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Sid Leggett checks out rocks on Big Island Hawaii.

Sid Leggett checks out rocks on Big Island - Hawaii.

Arctic adventures and geology grad studies combine for ‘pivotal time’ in alumnus’ life

Long-time supporter of scholarships reflects on experiences as student

June 14, 2016 — 

Sid Leggett, 64, has seen his share of adventure, moving from rural Ontario to graduate studies at the University of Manitoba and travels across Canada’s Arctic.

Leggett grew up on a farm outside London, Ont. and his studies in early grades unfolded in a rural, one-room school with a pot-bellied stove to heat it.

“It was a good life when I was young, but very, very isolated,” he said.

“I really enjoyed going to school,” said Leggett. “And, I was lucky enough to go to university.”

Leggett pursued an interest in geology, earning an undergraduate degree from Brock University in Ontario before launching into a master’s degree in the subject in Winnipeg in 1975, after a professor at Brock recommended the U of M to him.

“The students were great. The professors were wonderful. They wanted you to really appreciate and love geology,” he said.

“It was a tremendous intellectual experience at the University of Manitoba,” he said, adding he also forged lasting friendships during his studies.

Leggett worked in a variety of remote areas outside of school during summers. He had carried out mapping for the federal government and also worked for a lead and zinc company in the Arctic.

During his work, Leggett learned to fly a bush plane, navigating his way to isolated spots.

“I was working all across the Arctic from about the east side of Hudson’s Bay all the way to just about to Alaska. It was a very pivotal time in my life and University of Manitoba was wrapped up in that,” he said.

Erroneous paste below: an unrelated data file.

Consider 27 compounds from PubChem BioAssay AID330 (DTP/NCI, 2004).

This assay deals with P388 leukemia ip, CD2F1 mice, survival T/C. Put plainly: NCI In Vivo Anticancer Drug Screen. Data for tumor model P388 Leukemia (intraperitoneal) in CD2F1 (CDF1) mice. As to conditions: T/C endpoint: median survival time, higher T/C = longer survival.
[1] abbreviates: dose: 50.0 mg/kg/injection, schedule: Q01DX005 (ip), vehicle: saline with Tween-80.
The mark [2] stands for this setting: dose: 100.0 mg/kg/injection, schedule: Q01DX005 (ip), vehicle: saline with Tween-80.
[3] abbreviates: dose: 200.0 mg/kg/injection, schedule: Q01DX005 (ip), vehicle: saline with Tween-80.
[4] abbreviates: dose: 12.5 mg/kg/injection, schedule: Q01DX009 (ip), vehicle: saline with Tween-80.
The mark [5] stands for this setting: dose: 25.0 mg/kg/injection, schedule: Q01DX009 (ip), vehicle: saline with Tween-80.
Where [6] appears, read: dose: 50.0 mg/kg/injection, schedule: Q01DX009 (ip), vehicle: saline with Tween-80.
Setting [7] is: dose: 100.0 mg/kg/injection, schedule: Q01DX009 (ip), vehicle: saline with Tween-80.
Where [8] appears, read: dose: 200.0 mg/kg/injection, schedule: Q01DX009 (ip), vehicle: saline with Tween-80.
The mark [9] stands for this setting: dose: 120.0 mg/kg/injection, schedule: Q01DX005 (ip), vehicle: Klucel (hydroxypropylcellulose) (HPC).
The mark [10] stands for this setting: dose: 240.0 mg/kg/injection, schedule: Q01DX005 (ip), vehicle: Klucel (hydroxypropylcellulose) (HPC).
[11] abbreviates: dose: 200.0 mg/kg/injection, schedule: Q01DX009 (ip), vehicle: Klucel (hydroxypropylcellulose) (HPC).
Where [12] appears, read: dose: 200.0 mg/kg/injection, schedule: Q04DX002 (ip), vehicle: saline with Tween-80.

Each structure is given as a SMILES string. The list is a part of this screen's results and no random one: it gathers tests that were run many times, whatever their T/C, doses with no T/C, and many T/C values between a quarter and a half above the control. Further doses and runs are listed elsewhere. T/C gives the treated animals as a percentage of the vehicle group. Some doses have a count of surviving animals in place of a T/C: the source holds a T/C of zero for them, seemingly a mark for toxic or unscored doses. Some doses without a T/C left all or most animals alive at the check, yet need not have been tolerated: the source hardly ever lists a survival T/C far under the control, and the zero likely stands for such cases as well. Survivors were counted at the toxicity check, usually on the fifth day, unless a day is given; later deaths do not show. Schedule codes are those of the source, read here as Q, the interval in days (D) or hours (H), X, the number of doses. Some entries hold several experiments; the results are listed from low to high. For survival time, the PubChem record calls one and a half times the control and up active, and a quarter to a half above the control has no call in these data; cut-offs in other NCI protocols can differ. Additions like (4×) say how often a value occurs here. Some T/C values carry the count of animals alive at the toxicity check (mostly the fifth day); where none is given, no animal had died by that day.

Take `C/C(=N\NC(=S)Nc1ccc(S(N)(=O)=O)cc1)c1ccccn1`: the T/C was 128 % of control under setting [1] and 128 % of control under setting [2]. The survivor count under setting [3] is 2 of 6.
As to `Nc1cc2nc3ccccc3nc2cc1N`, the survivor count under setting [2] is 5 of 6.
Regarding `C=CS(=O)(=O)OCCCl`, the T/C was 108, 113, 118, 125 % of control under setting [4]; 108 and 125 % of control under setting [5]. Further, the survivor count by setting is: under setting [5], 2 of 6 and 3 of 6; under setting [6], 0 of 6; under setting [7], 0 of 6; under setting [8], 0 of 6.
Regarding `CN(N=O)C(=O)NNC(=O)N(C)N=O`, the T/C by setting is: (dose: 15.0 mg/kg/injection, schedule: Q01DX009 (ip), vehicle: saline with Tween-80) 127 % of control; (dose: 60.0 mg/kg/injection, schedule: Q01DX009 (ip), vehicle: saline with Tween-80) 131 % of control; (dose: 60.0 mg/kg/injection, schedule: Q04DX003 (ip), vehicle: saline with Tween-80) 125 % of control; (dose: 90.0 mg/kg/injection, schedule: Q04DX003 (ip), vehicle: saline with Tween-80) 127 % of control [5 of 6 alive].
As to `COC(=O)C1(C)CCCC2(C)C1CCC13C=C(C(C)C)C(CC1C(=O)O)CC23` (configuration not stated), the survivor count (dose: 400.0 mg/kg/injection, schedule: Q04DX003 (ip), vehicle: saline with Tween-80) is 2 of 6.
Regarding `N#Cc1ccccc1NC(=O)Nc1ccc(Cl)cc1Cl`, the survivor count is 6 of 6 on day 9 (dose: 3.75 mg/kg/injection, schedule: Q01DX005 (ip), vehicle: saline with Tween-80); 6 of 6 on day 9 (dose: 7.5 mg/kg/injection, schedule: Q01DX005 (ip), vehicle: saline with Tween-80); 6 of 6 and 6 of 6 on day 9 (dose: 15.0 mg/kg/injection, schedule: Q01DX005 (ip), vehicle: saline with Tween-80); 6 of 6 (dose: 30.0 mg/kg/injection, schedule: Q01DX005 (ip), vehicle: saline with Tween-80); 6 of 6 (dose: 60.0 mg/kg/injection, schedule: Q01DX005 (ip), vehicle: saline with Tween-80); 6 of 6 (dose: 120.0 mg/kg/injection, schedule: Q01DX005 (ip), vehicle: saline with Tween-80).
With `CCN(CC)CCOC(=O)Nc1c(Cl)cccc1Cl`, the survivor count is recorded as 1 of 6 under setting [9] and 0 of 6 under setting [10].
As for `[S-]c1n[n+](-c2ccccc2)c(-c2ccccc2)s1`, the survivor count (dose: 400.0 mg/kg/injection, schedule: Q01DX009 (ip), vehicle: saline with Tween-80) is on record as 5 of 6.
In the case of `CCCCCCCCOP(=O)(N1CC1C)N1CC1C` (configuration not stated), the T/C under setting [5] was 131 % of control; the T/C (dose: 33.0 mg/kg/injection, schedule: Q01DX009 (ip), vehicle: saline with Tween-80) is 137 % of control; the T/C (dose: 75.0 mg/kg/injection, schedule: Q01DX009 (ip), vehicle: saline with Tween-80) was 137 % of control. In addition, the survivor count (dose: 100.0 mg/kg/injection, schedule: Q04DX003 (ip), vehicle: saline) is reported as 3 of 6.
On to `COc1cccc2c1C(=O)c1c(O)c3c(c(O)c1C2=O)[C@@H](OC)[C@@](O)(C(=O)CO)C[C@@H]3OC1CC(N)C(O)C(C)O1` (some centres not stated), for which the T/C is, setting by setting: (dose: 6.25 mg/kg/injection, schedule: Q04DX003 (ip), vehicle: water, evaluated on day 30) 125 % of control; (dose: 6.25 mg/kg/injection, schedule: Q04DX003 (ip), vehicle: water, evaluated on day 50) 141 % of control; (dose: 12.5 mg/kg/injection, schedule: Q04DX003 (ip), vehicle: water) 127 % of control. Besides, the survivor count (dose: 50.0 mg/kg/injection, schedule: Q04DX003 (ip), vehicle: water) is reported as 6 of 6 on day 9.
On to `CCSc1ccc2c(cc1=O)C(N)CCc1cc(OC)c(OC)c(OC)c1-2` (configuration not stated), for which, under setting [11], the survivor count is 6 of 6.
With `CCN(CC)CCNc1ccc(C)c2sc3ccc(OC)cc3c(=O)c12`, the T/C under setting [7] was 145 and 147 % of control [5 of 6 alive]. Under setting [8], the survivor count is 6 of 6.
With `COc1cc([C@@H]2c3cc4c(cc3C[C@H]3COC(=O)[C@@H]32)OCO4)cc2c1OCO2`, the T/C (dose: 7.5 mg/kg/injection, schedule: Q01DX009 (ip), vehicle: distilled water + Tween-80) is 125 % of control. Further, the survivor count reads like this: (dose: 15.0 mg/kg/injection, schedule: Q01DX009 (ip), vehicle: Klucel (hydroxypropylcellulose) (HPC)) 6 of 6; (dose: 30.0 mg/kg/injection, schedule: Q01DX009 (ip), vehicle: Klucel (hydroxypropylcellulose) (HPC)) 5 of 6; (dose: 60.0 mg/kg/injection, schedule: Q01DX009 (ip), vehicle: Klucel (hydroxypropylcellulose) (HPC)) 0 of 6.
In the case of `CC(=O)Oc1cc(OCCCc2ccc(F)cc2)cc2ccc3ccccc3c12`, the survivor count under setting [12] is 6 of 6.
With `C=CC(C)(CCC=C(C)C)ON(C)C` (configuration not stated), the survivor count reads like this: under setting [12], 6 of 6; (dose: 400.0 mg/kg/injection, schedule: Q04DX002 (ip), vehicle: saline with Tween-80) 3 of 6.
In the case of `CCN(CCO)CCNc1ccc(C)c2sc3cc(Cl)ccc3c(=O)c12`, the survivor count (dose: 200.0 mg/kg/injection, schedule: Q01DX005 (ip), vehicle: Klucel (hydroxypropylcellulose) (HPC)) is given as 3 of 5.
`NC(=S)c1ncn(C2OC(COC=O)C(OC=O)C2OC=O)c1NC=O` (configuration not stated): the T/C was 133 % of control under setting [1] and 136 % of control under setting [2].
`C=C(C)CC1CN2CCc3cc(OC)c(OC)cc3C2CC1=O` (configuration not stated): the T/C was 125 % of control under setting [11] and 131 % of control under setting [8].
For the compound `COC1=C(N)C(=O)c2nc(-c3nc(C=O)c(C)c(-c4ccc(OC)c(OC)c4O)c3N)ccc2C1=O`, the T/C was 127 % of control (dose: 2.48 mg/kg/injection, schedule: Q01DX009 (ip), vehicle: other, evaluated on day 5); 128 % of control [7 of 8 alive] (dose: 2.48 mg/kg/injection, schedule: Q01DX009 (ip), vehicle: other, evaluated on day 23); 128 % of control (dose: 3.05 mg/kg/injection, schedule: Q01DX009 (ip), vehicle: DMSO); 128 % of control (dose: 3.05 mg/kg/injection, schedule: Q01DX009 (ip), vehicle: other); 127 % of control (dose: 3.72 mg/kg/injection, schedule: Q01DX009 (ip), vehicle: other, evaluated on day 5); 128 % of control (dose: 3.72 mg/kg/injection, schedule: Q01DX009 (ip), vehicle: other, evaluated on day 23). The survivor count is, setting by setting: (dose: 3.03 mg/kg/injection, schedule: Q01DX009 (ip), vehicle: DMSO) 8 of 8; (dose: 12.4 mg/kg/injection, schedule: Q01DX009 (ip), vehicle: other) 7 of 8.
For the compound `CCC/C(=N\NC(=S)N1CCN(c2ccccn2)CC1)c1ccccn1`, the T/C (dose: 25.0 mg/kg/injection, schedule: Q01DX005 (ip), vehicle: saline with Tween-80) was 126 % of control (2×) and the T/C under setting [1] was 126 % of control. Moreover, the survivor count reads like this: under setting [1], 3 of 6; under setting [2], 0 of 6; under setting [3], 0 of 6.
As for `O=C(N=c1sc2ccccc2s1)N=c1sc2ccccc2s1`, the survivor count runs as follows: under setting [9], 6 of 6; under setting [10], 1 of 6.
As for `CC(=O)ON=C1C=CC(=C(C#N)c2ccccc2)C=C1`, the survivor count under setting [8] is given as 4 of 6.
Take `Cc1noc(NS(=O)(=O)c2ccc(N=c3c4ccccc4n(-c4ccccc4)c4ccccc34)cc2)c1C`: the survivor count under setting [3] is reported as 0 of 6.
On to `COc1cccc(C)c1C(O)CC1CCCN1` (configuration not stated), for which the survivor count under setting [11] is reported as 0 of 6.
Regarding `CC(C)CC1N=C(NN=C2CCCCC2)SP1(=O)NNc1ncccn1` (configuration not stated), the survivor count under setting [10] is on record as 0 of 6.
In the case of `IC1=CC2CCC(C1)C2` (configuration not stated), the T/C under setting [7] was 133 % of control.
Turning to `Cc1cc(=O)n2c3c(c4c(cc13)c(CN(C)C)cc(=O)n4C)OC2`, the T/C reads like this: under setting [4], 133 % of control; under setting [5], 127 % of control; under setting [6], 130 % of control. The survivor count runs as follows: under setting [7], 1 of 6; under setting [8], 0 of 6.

Leggett polished off his thesis and graduated with his master’s degree in geology in 1980. He shifted his career focus, moving from minerals to the oil and gas sector, holding technical expert positions with a range of companies in Alberta, before retiring last year from a management role with Husky in Calgary.

Since retiring, Leggett has continued to build on his enthusiasm for geology, conducting research and giving talks and workshops to the public on the subject.

His experiences as a student also inspired a wish to help others.

Leggett started giving to the U of M in the 1990s and his commitment has continued to the present day, offering financial support for undergraduate student scholarships in the department of geology.

“If it helps a young geologist to make their way through university, that’s wonderful,” said Leggett.

“Back as an undergraduate, I was given a scholarship. I was a poor country kid putting myself through university,” said Leggett. “That scholarship wasn’t a big (monetary) one, but it was significant to me.”

He and his wife Sheila, who went to McGill University and the University of Calgary, have made a point of philanthropy towards post-secondary students.

“We’ve been lucky,” said Leggett. “It’s the education that really has been formative for both of us. So we thought that was an area we could give back to,” said Leggett.

The university is encouraging all members of the U of M community to join in its efforts to support students by matching donations made toward scholarships before June 30.

All gifts made towards undergraduate scholarships will be matched dollar for dollar by the U of M. Gifts towards graduate student scholarships will be tripled.

For more information, visit:

To make your gift today, visit:

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